Carbohydrate loading (carbo-loading) is a term we have all heard. It’s a way of fuelling up before an event with the aim of having more energy on tap. But how does it work and what is the best strategy? By developing a good understanding of how to carbo-load properly you too can reap the seemingly elusive performance benefits.
Shorter events, sprints and power sports won’t benefit from carb-loading, as the energy demands will be met by your body’s existing energy stores. However, most aspects of mountain biking and cycling in general will benefit. With any form of moderate to high intensity activity that goes for longer than 1.5 hours, optimum fuelling can deliver a 2-3% performance improvement. This could make you two or three minutes faster over a two hour ride and you stand to gain quite a bit more if you’re doing a longer event—it’s an easy way of gaining speed and beating your mates!
Glycogen is Key
The main aim of carbo-loading is to bolster your body’s glycogen levels—this is glucose that’s stored in the muscles and liver. When exercising you’ll tap into this readily available energy source and be able to hold a faster pace for longer. Maximising the capacity of the body’s glycogen stores is the cornerstone of carbo-loading.
Effective carbo-loading involves a two-pronged approach. First up, tapering your training in the days before an event provides a passive loading effect. By riding less you’ll hold onto your existing stores and retain more glycogen in your muscles and liver.
Secondly, the tapering effect is augmented by increasing your dietary carbohydrate intake in the days prior to an event. Ideally, dietary carb-loading should be paired with a tapering in training, although this isn’t really feasible if you’re doing events on a weekly basis.
Depending on the individual, the best timing for carbo-loading is anywhere between 24 to 72 hours before an event. The ideal amount of carbohydrate is upwards of 10-12g carbohydrate per kilogram of body weight per day. That is a lot of food!
When you are training, the normal requirement would be 7-10g of carbs per kilogram per day. I would train on about 8g carb/kg/day and then go up to 10g-plus of carbs per kilogram for my carbo-loading. This equated to over 600g carbohydrate each day for the two days leading up to my event.
Eating this much carbohydrate can leave you feeling a bit lethargic or even bloated. This can be a deterrent to carbo-loading but the feeling is only temporary and it’s absolutely normal. It comes about due to the extra water that is retained with each gram of stored glucose. Personally I don’t enjoy the feeling but I’d still ‘get it in’, and come race day, I’d feel like a wound-up spring uncoiling with great force. Carbo-load successfully and you’ll want to jump out of your skin and go like a racehorse!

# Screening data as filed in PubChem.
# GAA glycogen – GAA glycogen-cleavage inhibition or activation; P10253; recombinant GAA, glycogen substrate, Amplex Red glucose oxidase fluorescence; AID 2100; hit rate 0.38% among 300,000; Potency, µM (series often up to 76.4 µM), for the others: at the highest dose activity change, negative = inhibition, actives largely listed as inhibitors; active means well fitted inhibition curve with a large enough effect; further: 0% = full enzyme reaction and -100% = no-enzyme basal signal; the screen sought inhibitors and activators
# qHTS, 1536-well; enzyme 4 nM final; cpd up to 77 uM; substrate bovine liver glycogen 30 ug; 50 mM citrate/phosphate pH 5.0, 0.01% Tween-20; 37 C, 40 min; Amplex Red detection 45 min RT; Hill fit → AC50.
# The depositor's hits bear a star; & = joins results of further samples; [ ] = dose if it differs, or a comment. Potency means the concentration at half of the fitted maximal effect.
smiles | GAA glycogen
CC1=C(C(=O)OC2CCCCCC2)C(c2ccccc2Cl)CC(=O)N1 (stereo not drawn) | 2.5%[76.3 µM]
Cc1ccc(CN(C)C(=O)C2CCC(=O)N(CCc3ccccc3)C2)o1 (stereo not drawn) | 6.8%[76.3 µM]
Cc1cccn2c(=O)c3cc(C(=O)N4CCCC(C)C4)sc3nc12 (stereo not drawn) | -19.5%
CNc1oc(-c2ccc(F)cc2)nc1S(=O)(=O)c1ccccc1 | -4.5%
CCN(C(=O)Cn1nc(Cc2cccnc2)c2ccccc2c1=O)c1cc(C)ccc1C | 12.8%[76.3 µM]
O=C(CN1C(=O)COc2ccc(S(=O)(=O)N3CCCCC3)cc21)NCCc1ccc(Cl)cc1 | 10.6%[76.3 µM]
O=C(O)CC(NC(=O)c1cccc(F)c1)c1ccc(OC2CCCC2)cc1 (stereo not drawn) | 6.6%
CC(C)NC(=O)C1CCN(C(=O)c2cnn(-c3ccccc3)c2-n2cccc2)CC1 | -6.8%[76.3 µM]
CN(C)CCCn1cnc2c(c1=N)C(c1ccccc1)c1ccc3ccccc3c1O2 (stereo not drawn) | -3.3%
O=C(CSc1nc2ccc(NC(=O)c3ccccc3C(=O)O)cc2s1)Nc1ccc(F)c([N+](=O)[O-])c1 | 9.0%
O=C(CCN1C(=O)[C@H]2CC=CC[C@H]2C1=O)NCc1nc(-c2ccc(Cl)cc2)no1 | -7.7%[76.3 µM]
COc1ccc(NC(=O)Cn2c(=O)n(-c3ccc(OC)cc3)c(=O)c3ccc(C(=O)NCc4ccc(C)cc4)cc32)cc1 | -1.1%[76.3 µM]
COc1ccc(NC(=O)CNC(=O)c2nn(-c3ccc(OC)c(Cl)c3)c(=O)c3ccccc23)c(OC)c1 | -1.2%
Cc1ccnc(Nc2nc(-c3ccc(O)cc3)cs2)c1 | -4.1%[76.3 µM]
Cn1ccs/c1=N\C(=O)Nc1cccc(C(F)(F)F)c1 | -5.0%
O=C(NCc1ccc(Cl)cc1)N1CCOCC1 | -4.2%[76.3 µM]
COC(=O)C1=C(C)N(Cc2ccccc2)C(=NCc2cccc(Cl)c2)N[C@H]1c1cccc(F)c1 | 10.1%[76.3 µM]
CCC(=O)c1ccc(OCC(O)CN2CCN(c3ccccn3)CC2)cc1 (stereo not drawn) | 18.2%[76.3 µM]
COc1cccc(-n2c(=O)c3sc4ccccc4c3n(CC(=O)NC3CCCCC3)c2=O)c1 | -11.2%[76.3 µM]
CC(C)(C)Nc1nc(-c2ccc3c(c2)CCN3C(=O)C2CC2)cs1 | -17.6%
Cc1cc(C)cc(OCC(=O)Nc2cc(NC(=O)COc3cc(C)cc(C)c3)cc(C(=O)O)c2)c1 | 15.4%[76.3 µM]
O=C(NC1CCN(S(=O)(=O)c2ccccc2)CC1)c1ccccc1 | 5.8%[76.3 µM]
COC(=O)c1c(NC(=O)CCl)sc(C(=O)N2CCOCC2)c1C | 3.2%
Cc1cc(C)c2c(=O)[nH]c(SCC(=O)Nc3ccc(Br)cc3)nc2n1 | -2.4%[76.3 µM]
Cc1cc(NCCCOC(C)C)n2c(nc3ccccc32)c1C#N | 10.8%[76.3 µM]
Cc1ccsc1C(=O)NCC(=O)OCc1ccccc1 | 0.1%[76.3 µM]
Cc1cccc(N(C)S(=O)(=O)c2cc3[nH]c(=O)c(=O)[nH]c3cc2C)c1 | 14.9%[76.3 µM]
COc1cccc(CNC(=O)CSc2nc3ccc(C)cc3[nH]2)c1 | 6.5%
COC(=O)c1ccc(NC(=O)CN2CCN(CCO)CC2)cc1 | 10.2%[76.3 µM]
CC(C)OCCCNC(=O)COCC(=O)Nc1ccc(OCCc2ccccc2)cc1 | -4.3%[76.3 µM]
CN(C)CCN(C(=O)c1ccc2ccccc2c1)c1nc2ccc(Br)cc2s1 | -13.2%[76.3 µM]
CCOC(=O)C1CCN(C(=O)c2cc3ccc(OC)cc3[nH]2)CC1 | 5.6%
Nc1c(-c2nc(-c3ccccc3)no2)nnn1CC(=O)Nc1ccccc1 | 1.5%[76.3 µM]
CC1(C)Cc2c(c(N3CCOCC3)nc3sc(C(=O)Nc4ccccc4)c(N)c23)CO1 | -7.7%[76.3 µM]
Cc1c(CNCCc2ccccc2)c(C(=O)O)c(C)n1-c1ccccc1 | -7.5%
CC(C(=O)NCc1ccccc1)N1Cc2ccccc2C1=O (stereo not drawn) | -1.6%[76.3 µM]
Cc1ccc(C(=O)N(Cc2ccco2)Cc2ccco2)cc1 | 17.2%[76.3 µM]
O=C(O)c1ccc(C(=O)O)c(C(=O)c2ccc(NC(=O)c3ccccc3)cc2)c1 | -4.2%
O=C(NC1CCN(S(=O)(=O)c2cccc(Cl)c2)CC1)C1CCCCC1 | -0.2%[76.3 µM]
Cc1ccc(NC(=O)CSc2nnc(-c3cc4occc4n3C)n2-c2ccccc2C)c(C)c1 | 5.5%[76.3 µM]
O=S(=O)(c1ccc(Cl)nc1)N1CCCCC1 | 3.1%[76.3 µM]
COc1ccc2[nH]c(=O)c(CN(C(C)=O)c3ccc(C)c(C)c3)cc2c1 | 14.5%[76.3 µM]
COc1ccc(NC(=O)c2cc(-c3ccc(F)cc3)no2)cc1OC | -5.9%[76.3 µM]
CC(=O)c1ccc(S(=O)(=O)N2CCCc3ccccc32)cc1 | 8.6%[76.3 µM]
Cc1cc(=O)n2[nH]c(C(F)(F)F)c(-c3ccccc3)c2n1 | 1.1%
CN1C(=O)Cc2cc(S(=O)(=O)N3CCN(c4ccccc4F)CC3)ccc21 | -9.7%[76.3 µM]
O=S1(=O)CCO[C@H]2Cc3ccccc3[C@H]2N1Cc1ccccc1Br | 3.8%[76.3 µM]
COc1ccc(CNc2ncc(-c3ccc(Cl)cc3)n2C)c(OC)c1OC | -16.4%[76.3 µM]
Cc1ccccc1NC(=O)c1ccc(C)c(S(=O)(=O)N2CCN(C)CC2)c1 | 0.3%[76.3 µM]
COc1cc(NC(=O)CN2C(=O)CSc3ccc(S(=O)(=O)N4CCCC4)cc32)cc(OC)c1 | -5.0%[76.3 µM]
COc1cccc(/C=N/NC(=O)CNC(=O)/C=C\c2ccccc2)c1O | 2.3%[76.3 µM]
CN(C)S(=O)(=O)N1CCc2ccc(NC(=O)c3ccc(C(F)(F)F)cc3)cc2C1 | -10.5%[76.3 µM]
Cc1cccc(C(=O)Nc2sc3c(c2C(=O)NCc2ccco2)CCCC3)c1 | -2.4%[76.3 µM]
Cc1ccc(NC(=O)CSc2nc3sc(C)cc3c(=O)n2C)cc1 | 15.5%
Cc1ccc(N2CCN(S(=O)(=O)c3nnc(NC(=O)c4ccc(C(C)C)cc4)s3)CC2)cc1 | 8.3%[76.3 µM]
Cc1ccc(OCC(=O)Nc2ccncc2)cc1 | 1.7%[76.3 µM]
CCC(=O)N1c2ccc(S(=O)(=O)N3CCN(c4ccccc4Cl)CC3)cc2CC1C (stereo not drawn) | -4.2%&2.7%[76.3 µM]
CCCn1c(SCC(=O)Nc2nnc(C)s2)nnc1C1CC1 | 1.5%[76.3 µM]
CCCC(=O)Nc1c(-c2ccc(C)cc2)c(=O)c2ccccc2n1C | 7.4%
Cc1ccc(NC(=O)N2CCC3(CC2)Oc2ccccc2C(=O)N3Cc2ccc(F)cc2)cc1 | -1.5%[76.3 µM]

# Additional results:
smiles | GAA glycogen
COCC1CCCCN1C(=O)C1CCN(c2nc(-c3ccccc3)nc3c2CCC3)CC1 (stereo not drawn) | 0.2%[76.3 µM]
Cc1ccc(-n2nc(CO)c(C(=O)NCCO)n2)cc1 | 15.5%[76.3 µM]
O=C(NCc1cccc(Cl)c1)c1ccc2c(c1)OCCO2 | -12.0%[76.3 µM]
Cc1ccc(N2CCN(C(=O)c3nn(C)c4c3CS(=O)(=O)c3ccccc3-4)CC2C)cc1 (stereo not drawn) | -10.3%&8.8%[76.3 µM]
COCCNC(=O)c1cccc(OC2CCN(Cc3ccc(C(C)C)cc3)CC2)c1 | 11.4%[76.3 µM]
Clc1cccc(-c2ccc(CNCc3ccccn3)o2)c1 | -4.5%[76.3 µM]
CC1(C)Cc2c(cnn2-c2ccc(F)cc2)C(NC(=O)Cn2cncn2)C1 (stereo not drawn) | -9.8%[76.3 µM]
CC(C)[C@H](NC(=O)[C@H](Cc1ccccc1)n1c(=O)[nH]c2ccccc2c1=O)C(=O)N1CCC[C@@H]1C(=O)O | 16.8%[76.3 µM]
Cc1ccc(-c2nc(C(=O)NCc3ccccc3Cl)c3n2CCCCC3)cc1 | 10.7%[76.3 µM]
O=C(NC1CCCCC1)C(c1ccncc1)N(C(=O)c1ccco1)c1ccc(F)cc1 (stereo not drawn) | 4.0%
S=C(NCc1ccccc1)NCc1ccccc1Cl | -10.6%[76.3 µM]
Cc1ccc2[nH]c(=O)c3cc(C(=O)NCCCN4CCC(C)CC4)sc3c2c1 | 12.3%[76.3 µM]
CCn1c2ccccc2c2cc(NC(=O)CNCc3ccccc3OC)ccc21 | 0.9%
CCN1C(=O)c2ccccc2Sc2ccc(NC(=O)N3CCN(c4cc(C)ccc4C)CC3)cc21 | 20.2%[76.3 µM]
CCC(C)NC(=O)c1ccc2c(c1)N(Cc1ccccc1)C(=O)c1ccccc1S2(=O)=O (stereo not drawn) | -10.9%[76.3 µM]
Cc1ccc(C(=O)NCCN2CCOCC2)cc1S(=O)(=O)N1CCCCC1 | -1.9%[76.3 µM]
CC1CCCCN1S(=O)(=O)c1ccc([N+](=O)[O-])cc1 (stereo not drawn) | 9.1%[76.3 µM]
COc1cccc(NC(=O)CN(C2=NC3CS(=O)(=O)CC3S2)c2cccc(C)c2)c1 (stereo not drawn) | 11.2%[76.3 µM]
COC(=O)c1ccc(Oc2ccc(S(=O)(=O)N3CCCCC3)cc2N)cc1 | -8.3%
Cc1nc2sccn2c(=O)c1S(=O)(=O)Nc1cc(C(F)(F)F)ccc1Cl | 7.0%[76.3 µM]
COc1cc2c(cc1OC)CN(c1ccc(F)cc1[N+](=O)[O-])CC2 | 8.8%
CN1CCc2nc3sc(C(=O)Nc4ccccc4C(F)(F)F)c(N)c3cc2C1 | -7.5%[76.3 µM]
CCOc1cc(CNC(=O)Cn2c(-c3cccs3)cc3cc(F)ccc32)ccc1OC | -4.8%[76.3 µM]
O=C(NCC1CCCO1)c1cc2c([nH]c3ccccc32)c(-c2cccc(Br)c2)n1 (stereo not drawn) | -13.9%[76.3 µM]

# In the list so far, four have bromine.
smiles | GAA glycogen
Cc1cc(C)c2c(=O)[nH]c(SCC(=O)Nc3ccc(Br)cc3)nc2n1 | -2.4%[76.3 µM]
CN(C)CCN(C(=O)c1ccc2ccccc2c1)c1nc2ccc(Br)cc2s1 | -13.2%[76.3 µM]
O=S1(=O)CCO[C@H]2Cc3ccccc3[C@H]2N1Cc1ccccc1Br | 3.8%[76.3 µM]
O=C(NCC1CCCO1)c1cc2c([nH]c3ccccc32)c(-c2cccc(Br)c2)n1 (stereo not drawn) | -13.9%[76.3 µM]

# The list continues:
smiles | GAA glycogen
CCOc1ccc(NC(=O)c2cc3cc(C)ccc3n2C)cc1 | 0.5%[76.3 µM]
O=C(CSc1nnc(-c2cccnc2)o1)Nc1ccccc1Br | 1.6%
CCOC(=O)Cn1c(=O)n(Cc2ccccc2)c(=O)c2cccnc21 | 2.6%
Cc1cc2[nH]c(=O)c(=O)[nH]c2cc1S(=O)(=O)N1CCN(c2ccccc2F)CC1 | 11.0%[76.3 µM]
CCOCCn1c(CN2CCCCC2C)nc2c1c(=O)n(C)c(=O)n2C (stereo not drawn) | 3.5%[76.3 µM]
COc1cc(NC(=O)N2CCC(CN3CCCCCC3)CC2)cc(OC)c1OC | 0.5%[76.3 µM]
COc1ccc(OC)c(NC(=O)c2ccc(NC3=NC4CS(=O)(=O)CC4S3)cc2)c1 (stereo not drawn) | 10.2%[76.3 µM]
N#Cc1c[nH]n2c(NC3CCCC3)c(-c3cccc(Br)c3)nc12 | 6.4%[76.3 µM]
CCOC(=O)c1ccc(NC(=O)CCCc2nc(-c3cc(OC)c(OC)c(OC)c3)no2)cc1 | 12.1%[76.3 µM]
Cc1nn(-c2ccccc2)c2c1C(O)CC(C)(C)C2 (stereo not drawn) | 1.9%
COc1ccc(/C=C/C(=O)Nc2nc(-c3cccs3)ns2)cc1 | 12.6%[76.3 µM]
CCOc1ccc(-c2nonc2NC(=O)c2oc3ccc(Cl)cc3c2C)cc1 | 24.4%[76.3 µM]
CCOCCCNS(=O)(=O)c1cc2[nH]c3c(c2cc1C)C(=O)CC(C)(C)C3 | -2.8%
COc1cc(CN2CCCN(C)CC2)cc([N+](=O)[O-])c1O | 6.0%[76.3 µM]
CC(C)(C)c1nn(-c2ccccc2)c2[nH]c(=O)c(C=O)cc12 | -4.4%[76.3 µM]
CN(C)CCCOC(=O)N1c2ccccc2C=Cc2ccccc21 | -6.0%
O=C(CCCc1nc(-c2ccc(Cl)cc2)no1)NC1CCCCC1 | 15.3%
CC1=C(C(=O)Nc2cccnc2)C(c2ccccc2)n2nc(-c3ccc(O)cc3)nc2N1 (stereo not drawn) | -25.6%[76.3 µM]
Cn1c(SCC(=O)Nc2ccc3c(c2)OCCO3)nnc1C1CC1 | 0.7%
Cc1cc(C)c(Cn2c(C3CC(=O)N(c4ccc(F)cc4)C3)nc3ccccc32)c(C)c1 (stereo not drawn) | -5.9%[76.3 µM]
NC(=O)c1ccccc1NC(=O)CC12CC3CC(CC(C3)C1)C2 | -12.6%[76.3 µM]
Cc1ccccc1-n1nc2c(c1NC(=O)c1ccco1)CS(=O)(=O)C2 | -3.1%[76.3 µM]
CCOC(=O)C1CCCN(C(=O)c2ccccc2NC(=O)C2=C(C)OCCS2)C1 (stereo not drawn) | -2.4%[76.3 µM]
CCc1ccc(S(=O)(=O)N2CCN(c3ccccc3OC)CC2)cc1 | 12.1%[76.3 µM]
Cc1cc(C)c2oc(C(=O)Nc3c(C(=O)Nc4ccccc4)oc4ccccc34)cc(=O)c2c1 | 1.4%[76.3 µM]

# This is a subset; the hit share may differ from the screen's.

Carbo-loading Tips & Warnings
- Utilise sports drinks as a way to pre-hydrate in conjunction with an easy way to get in the extra carb grams.
- If using sports drinks, be aware the extra fluid can cause a mild headache.
- High-fibre or bulky foods such as heavy grains, large amounts of fibrous vegetables, beans, or excessive amounts of fruits can hinder your ability to consume enough carbohydrate. They are quite filling and have a bulking-effect in the gut, so try to limit these.
- Contrary to what we normally should be eating in a healthy, high fibre diet, carb-loading is the time when it is okay to add low-fat sugary foods and drinks.
- Choose foods that are easily tolerated by the stomach, moderately processed and lower in fat.
- Don’t use carb-loading as an excuse to pig-out on fatty foods, takeaways, chips, greasy pizzas or rich baking. These foods are too high in fat and will displace the all-important carb-rich foods you should be eating.
- For meat-eaters, keep portions small and choose lighter options like chicken, fish or eggs. Avoid red meat, fatty sausages and so on.
Bananas and/or tinned fruit
Well-cooked rolled oats or porridge with brown sugar and dates
Wholemeal toast (vs. wholegrain) with natural peanut butter and generous amounts of honey or jam
Processed breakfast cereal (i.e. Nutri-Grain, Weetbix)
Low-fat milk or rice milk
Coffee with honey
Pasta with tomato-based sauce
Rice, couscous or potato dishes
Low-fat pizza – veggie is a good option
Light salad and a few veggies
Low-fat sweet biscuits
Em’s Power Cookies
Cinnamon rolls or iced buns
Crackers and hummus
Sandwiches or filled rolls
This menu provides an idea of the carbohydrate content of different foods and how much is actually required for an effective carb-load.
It is a good idea to track your carbohydrate intake in grams during your normal training days, as this will help you gain a better understanding of exactly how much you eat on a regular basis. Then when it comes time to load up, increase your intake accordingly which usually equates to about an additional 2g per kilogram more than your normal intake.
If reading labels and evaluating carbohydrate grams doesn’t appeal to you, another method is to simply increase your portions of carbohydrate foods by 20-30% as well as following some of my ‘Carbo-loading Tips’ when implementing your own loading regimen.
Carbo-loading can be a fun time to relax and really enjoy eating to your heart’s content, then reap that extra 2-3% performance benefit that a good carb-loading can provide.